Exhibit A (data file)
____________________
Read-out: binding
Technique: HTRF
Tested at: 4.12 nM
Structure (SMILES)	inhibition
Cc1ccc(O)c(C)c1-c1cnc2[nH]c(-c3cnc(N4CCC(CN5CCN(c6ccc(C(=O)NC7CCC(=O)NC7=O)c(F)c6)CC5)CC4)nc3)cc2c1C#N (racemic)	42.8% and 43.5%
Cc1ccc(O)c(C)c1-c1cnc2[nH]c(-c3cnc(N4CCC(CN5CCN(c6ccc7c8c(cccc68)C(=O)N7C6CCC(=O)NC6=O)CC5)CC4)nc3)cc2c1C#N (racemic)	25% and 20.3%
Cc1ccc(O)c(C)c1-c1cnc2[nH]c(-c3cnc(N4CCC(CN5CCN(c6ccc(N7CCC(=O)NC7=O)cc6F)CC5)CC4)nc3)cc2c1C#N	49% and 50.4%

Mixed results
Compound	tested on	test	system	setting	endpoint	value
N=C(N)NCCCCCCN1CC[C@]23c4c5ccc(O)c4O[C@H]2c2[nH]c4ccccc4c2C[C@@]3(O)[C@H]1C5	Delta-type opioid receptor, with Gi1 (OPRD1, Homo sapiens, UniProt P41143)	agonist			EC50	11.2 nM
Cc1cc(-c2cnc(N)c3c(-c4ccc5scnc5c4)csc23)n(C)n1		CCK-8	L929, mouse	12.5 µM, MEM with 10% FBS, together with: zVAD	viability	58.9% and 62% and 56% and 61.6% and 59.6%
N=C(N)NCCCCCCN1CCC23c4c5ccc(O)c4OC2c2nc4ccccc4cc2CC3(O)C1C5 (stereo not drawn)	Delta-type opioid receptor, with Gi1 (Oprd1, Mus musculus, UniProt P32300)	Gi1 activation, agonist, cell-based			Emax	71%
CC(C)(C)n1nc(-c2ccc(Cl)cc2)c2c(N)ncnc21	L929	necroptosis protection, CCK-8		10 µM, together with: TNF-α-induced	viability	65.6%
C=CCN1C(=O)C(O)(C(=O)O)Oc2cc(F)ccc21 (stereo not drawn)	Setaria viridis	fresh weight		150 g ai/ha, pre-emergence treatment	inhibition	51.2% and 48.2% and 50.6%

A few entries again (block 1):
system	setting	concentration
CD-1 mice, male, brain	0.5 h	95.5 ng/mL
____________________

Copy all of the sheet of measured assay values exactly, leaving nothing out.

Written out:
Read-out: binding
Technique: HTRF
Tested at: 4.12 nM
Structure (SMILES)	inhibition
Cc1ccc(O)c(C)c1-c1cnc2[nH]c(-c3cnc(N4CCC(CN5CCN(c6ccc(C(=O)NC7CCC(=O)NC7=O)c(F)c6)CC5)CC4)nc3)cc2c1C#N (racemic)	42.8% and 43.5%
Cc1ccc(O)c(C)c1-c1cnc2[nH]c(-c3cnc(N4CCC(CN5CCN(c6ccc7c8c(cccc68)C(=O)N7C6CCC(=O)NC6=O)CC5)CC4)nc3)cc2c1C#N (racemic)	25% and 20.3%
Cc1ccc(O)c(C)c1-c1cnc2[nH]c(-c3cnc(N4CCC(CN5CCN(c6ccc(N7CCC(=O)NC7=O)cc6F)CC5)CC4)nc3)cc2c1C#N	49% and 50.4%

Mixed results
Compound	tested on	test	system	setting	endpoint	value
N=C(N)NCCCCCCN1CC[C@]23c4c5ccc(O)c4O[C@H]2c2[nH]c4ccccc4c2C[C@@]3(O)[C@H]1C5	Delta-type opioid receptor, with Gi1 (OPRD1, Homo sapiens, UniProt P41143)	agonist			EC50	11.2 nM
Cc1cc(-c2cnc(N)c3c(-c4ccc5scnc5c4)csc23)n(C)n1		CCK-8	L929, mouse	12.5 µM, MEM with 10% FBS, together with: zVAD	viability	58.9% and 62% and 56% and 61.6% and 59.6%
N=C(N)NCCCCCCN1CCC23c4c5ccc(O)c4OC2c2nc4ccccc4cc2CC3(O)C1C5 (stereo not drawn)	Delta-type opioid receptor, with Gi1 (Oprd1, Mus musculus, UniProt P32300)	Gi1 activation, agonist, cell-based			Emax	71%
CC(C)(C)n1nc(-c2ccc(Cl)cc2)c2c(N)ncnc21	L929	necroptosis protection, CCK-8		10 µM, together with: TNF-α-induced	viability	65.6%
C=CCN1C(=O)C(O)(C(=O)O)Oc2cc(F)ccc21 (stereo not drawn)	Setaria viridis	fresh weight		150 g ai/ha, pre-emergence treatment	inhibition	51.2% and 48.2% and 50.6%

A few entries again (block 1):
system	setting	concentration
CD-1 mice, male, brain	0.5 h	95.5 ng/mL